He wasn’t expecting skunks to get this much attention.
The local co-ordinator for WildSafe B.C., Dave White, spends most of his time thinking about and dealing with bears. But now that he’s the city’s point-person for the new skunk strategy, he’s fielding an awful lot of calls about the striped critters.
“My personal experience may be different than someone who has a pet dog, but usually you’re not going to have a problem with skunks spraying,” White told the Star.
“Skunks don’t like to spray. They don’t like to use their spray. They only have about 15 millilitres on either side of their anus, so they only have enough for about one to five sprays.”
It takes about 10 days for their spray to replenish.
“They conserve it for absolute desperate situations, so of course if you kick it or approach it in an aggressive way, it might spray. But otherwise you should be fine.”
White’s job now is to travel around to residents’ homes to help them identify the denning areas being used by the skunks and ensuring they are covered up or blocked off. Along the way he will educate residents on topics such as how to wash your dog after a spray and how to manage your attractants.
One attractant that’s impossible to manage: grubs.
“Skunks might damage lawns looking for them, digging them up. But other than that, if you manage your garbage and don’t let pet food outside and fence your yard, making it unpleasant for them makes it less likely they’ll return.”
The other thing? They’re not climbers.
“Raccoons are a different story, they’re a bit trickier, but if you have a proper fence skunks shouldn’t even be able to gain access.”
Residents should call White if they have skunks in their yard, but he wants them to know he doesn’t carry traps, and wouldn’t use them anyway under any circumstance.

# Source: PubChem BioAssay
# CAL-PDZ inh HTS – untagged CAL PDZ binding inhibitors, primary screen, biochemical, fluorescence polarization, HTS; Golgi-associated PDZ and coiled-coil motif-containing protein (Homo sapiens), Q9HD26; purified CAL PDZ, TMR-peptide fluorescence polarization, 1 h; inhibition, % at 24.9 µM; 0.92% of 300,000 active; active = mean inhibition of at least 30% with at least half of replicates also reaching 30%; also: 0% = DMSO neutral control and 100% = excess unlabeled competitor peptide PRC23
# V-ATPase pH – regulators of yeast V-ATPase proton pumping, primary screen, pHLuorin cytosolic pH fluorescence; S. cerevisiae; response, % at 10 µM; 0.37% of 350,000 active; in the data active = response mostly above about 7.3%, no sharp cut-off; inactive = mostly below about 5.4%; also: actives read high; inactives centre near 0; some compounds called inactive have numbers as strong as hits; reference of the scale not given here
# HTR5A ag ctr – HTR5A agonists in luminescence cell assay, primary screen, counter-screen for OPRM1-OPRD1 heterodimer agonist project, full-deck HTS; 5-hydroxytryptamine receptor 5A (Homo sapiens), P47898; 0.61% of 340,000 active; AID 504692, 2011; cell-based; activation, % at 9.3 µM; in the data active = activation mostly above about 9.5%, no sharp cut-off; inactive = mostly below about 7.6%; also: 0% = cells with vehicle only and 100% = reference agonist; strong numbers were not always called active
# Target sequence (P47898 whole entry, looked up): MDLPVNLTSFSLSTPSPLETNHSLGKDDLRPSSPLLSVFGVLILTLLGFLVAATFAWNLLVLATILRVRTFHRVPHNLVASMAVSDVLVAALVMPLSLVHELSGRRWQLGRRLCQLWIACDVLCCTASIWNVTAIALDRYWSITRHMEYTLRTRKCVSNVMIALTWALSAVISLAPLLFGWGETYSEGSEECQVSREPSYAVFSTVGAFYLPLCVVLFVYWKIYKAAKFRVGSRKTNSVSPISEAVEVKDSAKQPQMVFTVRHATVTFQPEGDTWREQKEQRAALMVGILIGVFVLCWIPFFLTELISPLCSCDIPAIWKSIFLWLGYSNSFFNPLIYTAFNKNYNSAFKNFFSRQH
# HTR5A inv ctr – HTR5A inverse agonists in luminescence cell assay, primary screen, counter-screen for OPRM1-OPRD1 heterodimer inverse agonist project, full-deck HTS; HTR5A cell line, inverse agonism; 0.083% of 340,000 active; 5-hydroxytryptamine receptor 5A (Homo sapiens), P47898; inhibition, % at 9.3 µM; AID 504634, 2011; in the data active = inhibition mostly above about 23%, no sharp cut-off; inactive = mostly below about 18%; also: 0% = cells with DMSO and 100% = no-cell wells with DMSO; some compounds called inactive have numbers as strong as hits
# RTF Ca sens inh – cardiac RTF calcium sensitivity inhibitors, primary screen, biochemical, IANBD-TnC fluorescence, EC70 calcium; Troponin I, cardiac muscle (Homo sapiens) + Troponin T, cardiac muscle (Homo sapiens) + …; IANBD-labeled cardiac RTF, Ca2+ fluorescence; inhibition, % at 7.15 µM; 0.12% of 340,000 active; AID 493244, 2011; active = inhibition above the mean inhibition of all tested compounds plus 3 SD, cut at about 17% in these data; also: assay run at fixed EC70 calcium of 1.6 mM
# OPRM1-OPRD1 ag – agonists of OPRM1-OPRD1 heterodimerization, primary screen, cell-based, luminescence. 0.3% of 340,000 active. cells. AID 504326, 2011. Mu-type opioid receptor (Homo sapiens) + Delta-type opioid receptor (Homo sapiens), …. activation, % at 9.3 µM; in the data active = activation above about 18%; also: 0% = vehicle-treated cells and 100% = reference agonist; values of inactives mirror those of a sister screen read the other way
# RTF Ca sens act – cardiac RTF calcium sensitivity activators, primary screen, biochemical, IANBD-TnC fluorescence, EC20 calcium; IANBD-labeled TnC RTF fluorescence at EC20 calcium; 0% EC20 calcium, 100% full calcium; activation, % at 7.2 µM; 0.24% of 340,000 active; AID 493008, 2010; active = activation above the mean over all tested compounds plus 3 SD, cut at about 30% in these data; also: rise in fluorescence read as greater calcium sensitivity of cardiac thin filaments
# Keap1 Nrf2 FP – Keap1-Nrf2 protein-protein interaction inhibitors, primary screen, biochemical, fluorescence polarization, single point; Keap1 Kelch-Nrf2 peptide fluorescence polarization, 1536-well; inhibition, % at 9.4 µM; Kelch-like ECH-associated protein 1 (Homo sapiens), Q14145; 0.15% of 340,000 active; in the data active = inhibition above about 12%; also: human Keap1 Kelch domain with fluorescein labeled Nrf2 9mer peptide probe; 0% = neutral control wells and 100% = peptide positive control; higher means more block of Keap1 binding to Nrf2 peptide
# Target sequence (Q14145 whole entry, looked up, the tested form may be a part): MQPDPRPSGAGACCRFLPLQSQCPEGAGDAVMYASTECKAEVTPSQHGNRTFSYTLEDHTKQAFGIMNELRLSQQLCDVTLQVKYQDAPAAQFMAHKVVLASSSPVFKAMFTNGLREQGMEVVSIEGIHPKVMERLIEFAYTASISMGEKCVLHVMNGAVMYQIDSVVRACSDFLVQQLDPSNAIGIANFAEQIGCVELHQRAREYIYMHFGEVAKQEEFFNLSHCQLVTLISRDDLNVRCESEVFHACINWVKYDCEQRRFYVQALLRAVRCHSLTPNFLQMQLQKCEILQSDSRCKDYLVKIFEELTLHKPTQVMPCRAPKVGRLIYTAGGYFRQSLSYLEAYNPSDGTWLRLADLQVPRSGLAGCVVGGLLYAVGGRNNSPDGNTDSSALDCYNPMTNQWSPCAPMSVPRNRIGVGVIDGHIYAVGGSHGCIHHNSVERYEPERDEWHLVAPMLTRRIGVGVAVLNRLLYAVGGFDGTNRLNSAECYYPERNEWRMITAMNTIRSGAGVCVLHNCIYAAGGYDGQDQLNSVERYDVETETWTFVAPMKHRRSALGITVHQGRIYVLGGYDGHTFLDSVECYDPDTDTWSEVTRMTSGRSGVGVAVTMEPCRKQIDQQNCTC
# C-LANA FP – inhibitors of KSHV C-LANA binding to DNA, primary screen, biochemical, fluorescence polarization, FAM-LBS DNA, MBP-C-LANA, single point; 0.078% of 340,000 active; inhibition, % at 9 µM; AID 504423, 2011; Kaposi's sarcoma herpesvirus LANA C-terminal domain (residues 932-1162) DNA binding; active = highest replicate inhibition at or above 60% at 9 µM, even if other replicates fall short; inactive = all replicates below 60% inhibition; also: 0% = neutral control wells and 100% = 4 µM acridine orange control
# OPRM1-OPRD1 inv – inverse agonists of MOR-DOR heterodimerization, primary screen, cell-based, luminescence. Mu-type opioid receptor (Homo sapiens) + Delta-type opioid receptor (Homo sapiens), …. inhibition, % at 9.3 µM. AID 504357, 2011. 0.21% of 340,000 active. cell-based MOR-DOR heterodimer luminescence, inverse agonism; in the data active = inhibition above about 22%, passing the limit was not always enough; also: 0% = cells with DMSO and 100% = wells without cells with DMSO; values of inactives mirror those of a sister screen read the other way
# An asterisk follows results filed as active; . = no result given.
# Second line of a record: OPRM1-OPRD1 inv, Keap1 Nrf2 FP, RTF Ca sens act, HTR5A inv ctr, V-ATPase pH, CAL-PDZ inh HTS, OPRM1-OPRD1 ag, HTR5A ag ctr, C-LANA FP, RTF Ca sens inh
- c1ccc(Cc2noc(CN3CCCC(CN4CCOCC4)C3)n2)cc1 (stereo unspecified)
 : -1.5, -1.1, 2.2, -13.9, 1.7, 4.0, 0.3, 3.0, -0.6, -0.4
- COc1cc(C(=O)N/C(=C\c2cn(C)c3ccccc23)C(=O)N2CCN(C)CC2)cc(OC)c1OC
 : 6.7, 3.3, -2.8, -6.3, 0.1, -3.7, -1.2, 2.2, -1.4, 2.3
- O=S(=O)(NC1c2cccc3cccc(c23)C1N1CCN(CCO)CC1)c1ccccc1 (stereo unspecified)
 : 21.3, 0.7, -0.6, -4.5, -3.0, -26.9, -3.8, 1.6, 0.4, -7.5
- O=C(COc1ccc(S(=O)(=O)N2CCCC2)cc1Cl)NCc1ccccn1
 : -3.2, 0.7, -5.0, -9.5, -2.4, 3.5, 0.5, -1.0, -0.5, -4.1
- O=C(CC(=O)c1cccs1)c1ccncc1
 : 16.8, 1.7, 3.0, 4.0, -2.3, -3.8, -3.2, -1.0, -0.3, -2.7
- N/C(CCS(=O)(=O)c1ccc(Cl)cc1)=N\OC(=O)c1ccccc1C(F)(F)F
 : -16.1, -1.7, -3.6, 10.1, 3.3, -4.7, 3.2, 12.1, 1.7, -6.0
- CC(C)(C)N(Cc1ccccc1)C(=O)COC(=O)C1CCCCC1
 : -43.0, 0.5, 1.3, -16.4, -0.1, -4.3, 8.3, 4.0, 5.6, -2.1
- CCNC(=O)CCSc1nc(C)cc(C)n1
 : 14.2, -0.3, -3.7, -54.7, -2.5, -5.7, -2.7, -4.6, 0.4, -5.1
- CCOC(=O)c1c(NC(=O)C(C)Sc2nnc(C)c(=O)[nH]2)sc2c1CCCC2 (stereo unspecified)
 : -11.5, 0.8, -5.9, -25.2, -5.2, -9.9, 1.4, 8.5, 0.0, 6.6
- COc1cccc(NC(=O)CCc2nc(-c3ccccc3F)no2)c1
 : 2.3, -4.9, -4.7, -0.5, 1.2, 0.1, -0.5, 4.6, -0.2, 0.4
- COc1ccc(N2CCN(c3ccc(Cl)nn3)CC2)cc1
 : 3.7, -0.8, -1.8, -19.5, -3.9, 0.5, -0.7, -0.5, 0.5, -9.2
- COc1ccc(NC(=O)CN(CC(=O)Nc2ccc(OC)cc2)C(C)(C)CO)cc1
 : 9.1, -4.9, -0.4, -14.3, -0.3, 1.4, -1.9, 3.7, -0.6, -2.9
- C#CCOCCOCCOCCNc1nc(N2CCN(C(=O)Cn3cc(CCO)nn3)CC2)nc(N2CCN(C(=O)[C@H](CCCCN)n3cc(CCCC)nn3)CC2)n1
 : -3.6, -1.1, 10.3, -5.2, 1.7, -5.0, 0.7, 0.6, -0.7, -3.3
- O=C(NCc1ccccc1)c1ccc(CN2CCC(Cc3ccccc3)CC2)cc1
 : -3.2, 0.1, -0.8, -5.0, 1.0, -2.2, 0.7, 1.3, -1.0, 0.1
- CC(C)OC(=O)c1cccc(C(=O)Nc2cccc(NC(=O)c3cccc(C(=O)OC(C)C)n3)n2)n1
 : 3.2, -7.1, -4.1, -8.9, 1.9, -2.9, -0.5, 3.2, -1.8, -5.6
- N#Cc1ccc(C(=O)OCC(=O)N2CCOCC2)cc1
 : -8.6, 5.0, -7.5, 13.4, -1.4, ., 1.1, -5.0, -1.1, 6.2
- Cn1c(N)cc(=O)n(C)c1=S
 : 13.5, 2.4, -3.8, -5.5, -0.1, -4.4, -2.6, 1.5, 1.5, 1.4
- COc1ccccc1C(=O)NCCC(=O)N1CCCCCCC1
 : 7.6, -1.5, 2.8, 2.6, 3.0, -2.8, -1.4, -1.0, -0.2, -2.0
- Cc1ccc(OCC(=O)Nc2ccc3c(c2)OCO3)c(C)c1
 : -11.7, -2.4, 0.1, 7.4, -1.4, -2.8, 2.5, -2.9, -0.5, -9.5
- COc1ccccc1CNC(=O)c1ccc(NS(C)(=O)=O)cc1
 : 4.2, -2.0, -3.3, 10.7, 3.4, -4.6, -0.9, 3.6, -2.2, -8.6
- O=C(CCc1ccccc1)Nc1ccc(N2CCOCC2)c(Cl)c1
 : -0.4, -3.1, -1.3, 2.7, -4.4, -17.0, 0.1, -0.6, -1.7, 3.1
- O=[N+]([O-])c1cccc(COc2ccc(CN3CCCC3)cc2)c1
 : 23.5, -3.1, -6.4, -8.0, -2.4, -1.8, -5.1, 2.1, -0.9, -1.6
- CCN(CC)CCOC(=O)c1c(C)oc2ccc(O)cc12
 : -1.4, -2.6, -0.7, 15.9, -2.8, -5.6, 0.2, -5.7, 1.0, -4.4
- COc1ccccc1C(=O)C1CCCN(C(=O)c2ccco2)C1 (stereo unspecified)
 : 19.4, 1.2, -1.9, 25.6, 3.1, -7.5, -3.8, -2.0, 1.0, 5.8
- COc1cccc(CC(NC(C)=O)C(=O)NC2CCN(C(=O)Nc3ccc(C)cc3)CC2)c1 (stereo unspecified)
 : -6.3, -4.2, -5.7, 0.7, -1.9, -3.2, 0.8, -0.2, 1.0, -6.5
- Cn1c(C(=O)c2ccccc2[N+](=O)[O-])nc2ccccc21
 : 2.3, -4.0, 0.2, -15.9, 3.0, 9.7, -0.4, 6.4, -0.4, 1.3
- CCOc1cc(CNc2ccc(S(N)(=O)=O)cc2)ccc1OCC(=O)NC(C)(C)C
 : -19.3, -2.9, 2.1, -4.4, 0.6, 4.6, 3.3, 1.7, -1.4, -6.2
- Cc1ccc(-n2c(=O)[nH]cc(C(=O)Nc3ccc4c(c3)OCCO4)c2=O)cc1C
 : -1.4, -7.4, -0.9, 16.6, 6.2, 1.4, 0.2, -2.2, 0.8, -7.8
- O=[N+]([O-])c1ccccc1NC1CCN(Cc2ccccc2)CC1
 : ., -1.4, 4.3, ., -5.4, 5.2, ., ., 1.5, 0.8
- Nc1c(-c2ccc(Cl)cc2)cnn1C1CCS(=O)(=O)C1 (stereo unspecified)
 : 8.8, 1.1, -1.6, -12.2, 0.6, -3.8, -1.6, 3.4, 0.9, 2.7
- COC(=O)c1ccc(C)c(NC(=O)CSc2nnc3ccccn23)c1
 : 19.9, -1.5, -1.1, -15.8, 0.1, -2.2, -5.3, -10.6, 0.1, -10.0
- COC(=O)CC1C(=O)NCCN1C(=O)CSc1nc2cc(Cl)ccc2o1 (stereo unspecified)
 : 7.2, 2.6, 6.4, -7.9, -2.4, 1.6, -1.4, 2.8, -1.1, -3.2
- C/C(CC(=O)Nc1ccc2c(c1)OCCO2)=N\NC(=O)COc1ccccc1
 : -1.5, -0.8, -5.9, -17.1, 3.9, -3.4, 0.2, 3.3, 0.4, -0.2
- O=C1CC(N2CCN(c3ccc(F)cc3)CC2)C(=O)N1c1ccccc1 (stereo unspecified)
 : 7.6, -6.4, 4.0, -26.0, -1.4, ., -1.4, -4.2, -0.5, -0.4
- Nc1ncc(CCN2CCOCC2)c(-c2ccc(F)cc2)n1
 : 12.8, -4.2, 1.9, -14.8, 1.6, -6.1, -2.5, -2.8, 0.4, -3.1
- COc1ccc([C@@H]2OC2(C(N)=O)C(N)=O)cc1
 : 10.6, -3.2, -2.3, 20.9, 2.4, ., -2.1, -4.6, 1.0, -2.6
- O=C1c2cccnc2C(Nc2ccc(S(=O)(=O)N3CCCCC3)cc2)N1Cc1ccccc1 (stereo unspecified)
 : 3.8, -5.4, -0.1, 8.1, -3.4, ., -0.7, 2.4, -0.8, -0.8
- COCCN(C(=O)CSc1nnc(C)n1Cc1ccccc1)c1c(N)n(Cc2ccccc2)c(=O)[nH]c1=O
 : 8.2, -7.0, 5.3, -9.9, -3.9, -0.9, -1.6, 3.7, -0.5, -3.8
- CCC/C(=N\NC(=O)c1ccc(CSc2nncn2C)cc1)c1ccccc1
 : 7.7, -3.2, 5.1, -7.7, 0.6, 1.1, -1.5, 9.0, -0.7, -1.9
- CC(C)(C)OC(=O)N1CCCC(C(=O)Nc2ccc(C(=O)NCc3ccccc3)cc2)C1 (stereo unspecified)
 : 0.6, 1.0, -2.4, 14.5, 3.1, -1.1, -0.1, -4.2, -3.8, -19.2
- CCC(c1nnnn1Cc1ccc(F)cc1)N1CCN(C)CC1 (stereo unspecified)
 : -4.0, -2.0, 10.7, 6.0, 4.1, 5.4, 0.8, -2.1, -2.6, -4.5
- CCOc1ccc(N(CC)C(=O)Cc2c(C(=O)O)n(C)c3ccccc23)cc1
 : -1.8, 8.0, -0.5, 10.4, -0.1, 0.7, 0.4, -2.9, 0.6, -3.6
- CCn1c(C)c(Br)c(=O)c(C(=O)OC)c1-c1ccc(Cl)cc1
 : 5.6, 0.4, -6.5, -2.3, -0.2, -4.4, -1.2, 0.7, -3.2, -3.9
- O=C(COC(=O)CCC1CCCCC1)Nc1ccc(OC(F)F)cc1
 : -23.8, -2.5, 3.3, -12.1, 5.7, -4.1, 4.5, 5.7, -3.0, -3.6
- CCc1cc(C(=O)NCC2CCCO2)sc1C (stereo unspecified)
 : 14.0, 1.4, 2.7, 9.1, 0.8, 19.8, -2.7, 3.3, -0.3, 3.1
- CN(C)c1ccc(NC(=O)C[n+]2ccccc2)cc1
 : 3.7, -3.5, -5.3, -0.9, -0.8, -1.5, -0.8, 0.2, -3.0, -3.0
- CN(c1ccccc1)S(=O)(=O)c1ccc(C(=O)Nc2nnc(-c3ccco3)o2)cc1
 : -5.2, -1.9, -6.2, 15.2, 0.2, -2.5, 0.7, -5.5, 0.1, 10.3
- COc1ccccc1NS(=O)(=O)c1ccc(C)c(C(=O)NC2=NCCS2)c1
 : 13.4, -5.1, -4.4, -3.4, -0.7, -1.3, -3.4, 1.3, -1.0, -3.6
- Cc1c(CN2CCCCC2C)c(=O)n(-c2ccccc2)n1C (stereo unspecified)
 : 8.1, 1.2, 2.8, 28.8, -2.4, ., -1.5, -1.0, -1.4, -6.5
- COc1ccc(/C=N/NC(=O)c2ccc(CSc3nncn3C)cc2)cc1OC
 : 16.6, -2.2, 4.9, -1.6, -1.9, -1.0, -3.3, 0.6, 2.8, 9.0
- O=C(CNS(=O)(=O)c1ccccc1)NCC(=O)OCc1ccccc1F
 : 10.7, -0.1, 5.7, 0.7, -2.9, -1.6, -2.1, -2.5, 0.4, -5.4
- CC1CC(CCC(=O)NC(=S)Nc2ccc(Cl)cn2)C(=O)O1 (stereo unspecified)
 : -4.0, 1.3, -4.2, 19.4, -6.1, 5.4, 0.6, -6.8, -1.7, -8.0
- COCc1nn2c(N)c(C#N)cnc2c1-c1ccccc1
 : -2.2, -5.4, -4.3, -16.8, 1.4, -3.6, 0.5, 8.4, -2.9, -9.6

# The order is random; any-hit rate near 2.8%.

“For us, it’s purely educational. The only reason light’s being shined on WildSafe B.C.’s strategy on skunks rather than bears right now is because Nelson is moving towards the way other cities are doing things, away from trapping and towards education.”
So that means the 100 skunks trapped annually by Nelson Urban Trappers are safe for the time being. White doubts that will create a population explosion.
“The skunk population, they’ll compete for available resources, and if we manage our attractants there won’t be that many calories to get at. They’ll have to resort to natural things, like insects and rodents, maybe some fruit.”
There are also natural predators.
“Once a skunk loses its spray, it has no defence. Where I live up at Mountain Station we have no skunks, and no raccoons, because of the coyotes and wolves.”
The biggest thing for people to keep in mind are the den sites.
“If you can identify the den site and deny them access, they only move about one kilometre from their home so you will only have incidental run-ins with skunks coming across your property.”
But the trouble is, no matter how fastidious residents are, that doesn’t mean neighbours will follow suit. White adds he doesn’t judge those who resort to trapping or hiring private contractors.
“We’re not really pro or anti anything, we just try to give people the best information. We just talk to people, educate them. Everyone has busy lives and not everybody wants to put up chicken wire or do these things, but if they do, the problem will go away.”